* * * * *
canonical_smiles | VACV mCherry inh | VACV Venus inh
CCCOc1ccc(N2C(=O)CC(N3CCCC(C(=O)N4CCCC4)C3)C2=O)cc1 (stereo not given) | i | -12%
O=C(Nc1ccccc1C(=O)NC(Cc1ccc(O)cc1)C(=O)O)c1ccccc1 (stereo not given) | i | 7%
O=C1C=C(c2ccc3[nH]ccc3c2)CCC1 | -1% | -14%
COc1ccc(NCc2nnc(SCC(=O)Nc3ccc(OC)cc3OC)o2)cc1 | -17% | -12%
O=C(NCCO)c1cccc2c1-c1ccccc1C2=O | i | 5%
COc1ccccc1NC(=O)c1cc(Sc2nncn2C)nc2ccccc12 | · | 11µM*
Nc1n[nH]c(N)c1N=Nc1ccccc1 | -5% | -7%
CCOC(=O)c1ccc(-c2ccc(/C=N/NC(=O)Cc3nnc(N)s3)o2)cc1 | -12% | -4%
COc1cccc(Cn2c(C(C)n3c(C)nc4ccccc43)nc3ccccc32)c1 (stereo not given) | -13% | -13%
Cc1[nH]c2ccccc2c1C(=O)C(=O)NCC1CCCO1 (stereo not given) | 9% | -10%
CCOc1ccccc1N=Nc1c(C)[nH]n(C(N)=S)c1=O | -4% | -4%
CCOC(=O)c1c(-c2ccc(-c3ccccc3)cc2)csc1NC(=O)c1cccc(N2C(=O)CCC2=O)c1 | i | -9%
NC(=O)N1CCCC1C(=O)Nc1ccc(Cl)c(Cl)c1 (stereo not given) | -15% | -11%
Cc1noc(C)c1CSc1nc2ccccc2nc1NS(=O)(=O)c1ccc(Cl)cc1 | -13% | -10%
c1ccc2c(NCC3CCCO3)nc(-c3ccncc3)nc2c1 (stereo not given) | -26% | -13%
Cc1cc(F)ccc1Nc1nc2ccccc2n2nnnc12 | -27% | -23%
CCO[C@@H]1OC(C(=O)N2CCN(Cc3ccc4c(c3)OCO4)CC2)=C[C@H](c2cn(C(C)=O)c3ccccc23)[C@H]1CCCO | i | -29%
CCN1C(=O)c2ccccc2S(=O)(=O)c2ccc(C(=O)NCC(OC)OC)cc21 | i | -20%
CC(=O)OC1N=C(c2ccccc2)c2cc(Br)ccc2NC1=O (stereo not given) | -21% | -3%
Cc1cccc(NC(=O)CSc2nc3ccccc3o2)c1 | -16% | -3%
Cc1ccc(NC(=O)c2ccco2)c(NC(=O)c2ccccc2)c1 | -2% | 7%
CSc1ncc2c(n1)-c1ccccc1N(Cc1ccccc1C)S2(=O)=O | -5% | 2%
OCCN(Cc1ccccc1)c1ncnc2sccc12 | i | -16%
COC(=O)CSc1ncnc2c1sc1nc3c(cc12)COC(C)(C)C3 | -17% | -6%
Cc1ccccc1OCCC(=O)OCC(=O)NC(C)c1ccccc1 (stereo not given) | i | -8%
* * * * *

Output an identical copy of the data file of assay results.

canonical_smiles | VACV mCherry inh | VACV Venus inh
CCCOc1ccc(N2C(=O)CC(N3CCCC(C(=O)N4CCCC4)C3)C2=O)cc1 (stereo not given) | i | -12%
O=C(Nc1ccccc1C(=O)NC(Cc1ccc(O)cc1)C(=O)O)c1ccccc1 (stereo not given) | i | 7%
O=C1C=C(c2ccc3[nH]ccc3c2)CCC1 | -1% | -14%
COc1ccc(NCc2nnc(SCC(=O)Nc3ccc(OC)cc3OC)o2)cc1 | -17% | -12%
O=C(NCCO)c1cccc2c1-c1ccccc1C2=O | i | 5%
COc1ccccc1NC(=O)c1cc(Sc2nncn2C)nc2ccccc12 | · | 11µM*
Nc1n[nH]c(N)c1N=Nc1ccccc1 | -5% | -7%
CCOC(=O)c1ccc(-c2ccc(/C=N/NC(=O)Cc3nnc(N)s3)o2)cc1 | -12% | -4%
COc1cccc(Cn2c(C(C)n3c(C)nc4ccccc43)nc3ccccc32)c1 (stereo not given) | -13% | -13%
Cc1[nH]c2ccccc2c1C(=O)C(=O)NCC1CCCO1 (stereo not given) | 9% | -10%
CCOc1ccccc1N=Nc1c(C)[nH]n(C(N)=S)c1=O | -4% | -4%
CCOC(=O)c1c(-c2ccc(-c3ccccc3)cc2)csc1NC(=O)c1cccc(N2C(=O)CCC2=O)c1 | i | -9%
NC(=O)N1CCCC1C(=O)Nc1ccc(Cl)c(Cl)c1 (stereo not given) | -15% | -11%
Cc1noc(C)c1CSc1nc2ccccc2nc1NS(=O)(=O)c1ccc(Cl)cc1 | -13% | -10%
c1ccc2c(NCC3CCCO3)nc(-c3ccncc3)nc2c1 (stereo not given) | -26% | -13%
Cc1cc(F)ccc1Nc1nc2ccccc2n2nnnc12 | -27% | -23%
CCO[C@@H]1OC(C(=O)N2CCN(Cc3ccc4c(c3)OCO4)CC2)=C[C@H](c2cn(C(C)=O)c3ccccc23)[C@H]1CCCO | i | -29%
CCN1C(=O)c2ccccc2S(=O)(=O)c2ccc(C(=O)NCC(OC)OC)cc21 | i | -20%
CC(=O)OC1N=C(c2ccccc2)c2cc(Br)ccc2NC1=O (stereo not given) | -21% | -3%
Cc1cccc(NC(=O)CSc2nc3ccccc3o2)c1 | -16% | -3%
Cc1ccc(NC(=O)c2ccco2)c(NC(=O)c2ccccc2)c1 | -2% | 7%
CSc1ncc2c(n1)-c1ccccc1N(Cc1ccccc1C)S2(=O)=O | -5% | 2%
OCCN(Cc1ccccc1)c1ncnc2sccc12 | i | -16%
COC(=O)CSc1ncnc2c1sc1nc3c(cc12)COC(C)(C)C3 | -17% | -6%
Cc1ccccc1OCCC(=O)OCC(=O)NC(C)c1ccccc1 (stereo not given) | i | -8%